America’s Young Adults, 2014

The Federal Interagency Forum on Child and Family Statistics (the Forum) recently released a statistical collection titled, America's Young Adults: Special Issue, 2014 (PDF, 100 pages). The report includes data about young adults, 18-24 years of age, from nationally representative, federally sponsored surveys. The data are summarized under five key themes: education; economic circumstances; family formation; civic, social, and personal behavior; and health and safety.

"This report is a rich snapshot of the health, education, and well-being of America's young adults," said Evelyn Kappeler, director of the Office of Adolescent Health, in a press release highlighting the new report. "Overall, we cheer the gains being made in education but also note the need to address health concerns — such as the levels of smoking, obesity, and depression — among this population."

Here are some key findings from the report:

  • In 2012, 65 percent of young adults participated in the labor force, compared with the peak rate of 75 percent in 1986 and 74 percent in 2000. Learn more about youth employment.
  • In 2012, birth rates for young adults were at historic lows. The birth rate for women ages 18-19 was 51.4 per 1,000 in 2012, down from 94.0 per 1,000 in 1991. The birth rate for women ages 20-24 fell from 116.5 per 1,000 in 1990 to 83.1 per 1,000 in 2012. Learn more about teen pregnancy prevention.
  • Young adults are less likely to vote in congressional election years than in presidential election years. In the 2012 presidential election year, 38 percent of young adults voted, compared with 20 percent in the 2010 congressional election year. Learn more about youth civic engagement.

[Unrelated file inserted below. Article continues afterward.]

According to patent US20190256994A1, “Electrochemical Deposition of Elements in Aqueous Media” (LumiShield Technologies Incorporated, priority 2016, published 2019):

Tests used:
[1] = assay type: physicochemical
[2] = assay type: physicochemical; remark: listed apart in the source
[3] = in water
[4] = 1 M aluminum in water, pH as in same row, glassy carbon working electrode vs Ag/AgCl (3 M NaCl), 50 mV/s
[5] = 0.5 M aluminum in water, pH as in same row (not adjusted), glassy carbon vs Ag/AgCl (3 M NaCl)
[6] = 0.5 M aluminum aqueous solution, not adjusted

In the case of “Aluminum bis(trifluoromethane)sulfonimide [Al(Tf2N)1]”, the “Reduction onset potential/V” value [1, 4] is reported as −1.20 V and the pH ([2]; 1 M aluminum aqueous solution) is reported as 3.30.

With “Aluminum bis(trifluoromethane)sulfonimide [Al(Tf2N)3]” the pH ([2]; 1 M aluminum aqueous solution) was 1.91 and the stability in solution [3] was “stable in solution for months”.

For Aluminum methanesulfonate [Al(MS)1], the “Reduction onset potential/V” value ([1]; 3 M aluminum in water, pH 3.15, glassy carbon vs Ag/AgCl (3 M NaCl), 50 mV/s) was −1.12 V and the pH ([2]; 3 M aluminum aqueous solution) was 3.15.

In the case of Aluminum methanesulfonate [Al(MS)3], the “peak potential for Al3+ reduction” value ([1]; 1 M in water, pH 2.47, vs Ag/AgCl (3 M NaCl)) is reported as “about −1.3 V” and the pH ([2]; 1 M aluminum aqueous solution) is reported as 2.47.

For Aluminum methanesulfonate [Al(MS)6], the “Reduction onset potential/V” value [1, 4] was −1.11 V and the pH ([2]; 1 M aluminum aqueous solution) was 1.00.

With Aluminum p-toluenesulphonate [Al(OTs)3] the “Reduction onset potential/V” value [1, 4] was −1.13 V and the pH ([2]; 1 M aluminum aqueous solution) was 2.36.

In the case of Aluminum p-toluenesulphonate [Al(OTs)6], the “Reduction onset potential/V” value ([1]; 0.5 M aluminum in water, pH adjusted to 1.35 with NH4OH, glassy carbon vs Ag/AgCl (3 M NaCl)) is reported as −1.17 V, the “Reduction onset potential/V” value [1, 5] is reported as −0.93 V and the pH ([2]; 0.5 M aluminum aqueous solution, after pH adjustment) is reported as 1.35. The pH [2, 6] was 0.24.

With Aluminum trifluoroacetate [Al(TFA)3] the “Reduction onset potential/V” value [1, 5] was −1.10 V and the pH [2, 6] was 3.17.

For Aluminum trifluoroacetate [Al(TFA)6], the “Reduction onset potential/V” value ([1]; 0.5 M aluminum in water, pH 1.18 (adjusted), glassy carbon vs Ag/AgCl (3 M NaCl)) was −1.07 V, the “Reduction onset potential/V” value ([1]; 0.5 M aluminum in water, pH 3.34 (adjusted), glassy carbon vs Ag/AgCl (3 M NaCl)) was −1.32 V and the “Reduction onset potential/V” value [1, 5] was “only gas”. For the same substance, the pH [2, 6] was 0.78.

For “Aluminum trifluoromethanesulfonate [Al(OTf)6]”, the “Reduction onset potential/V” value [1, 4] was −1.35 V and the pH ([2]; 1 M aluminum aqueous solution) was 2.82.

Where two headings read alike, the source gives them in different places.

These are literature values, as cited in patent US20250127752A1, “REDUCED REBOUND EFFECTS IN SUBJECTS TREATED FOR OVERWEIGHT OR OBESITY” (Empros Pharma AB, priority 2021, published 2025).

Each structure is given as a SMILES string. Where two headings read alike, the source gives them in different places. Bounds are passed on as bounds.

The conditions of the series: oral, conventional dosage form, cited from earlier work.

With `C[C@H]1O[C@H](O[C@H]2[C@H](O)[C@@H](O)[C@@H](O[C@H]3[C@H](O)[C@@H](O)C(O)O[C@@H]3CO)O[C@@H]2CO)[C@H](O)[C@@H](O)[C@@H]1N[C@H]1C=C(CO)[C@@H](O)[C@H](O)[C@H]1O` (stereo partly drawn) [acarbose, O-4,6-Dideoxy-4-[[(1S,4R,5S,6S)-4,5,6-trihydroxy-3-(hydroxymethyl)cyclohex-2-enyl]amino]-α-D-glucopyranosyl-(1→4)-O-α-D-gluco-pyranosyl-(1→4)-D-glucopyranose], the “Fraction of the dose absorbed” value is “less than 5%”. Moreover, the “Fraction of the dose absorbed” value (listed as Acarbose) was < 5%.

• In 2012, 20 percent 2012, 20 percent of young men and 15 percent of young women smoked cigarettes. However, young White adults were still more than twice as likely to smoke as young Hispanic and Black adults. Learn more about youth substance use.
  • More young adults graduated from high school and earned college degrees in 2012 than in 2000.
  • Among 18- to 24-year-old Hispanics, college enrollment between 2000 and 2012 increased from 21.7 percent to 37.5 percent, the largest increase among all racial and ethnic groups.
  • The overall college enrollment rate for 18- to 24-year-olds increased from 26 percent in 1980 to 41 percent in 2012.
  • Continuing a trend since the early 1990s, females are enrolling in college in greater percentages than males. In 2012, 44.5 percent of females were enrolled in college compared with 37.6 percent of males.
  • The mean cumulative debt per fourth-year student for the 2011-2012 school year was $25,400, up from $14,700 for the 1989-1990 school year, after adjusting for inflation.
  • In 2012, approximately 522,000 young adults served on active duty in the armed forces.
  • In 2013, 58 percent of young men and 51 percent of young women lived with their parents.
  • Obesity increased among young adults between 1988-1994 and 1999-2002. But between 1999-2002 and 2007-2010, the rate of obesity did not change significantly. Between 2007 and 2010, young women (27 percent) were more likely to be obese than young men (19 percent).

The Forum is a collection of 22 federal agencies seeking to foster coordination and collaboration in the collection and reporting of federal data on children, youth, and families. The Forum also aims to improve the reporting and dissemination of information on the status of children and families.

» Click here to view all feature articles